HEMPSTEAD, N.Y. — But Romney knew what was coming and didn't give an inch, pressing his case even when the arguments deteriorated into did-not, did-too rejoinders that couldn't have done much to clarify the choice for undecided voters.
The debate was the third installment in what amounts to a four-week-long reality TV series for Campaign 2012. Romney was the clear victor in the series debut, Biden aggressively counterpunched in the next-up vice presidential debate, and the latest faceoff featured two competitors determined to give no quarter.
It was a pushy, interruption-filled encounter filled with charges and countercharges that the other guy wasn't telling the truth. The candidates were both verbally and physically at odds in the town hall-style format, at one point circling each other on center stage like boxers in a prize fight.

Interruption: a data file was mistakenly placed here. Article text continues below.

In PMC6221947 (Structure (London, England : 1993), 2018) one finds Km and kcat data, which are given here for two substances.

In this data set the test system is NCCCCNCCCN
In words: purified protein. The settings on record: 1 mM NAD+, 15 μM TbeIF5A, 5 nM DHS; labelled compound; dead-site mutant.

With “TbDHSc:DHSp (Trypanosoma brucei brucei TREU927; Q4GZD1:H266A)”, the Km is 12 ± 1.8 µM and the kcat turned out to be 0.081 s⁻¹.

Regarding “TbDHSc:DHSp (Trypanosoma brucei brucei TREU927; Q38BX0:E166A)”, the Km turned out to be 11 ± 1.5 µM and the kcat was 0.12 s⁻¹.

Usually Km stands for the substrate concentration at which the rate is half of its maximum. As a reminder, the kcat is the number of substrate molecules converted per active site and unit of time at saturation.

"I thought it was a real moment," Biden told NBC's "Today" show in a pre-taped interview that aired Wednesday morning. "When they were kind of circling each other, it was like, 'Hey, come on man, let's level with each other here.'"
One of the debate's tensest moments came when Romney suggested Obama's administration may have misled Americans over what caused the attack at the U.S. Consulate in Benghazi, Libya, last month that killed four Americans. The issue is sure to be debated again next week at the third and final debate focused on foreign policy and scheduled for Monday night at Lynn University in Boca Raton, Fla.
"As the facts come out about the Benghazi attack we learn more troubling facts by the day," Ryan told "This Morning" on CBS. "So that's why need to get to the bottom of this to get answers so that we can prevent something like this from ever happening again."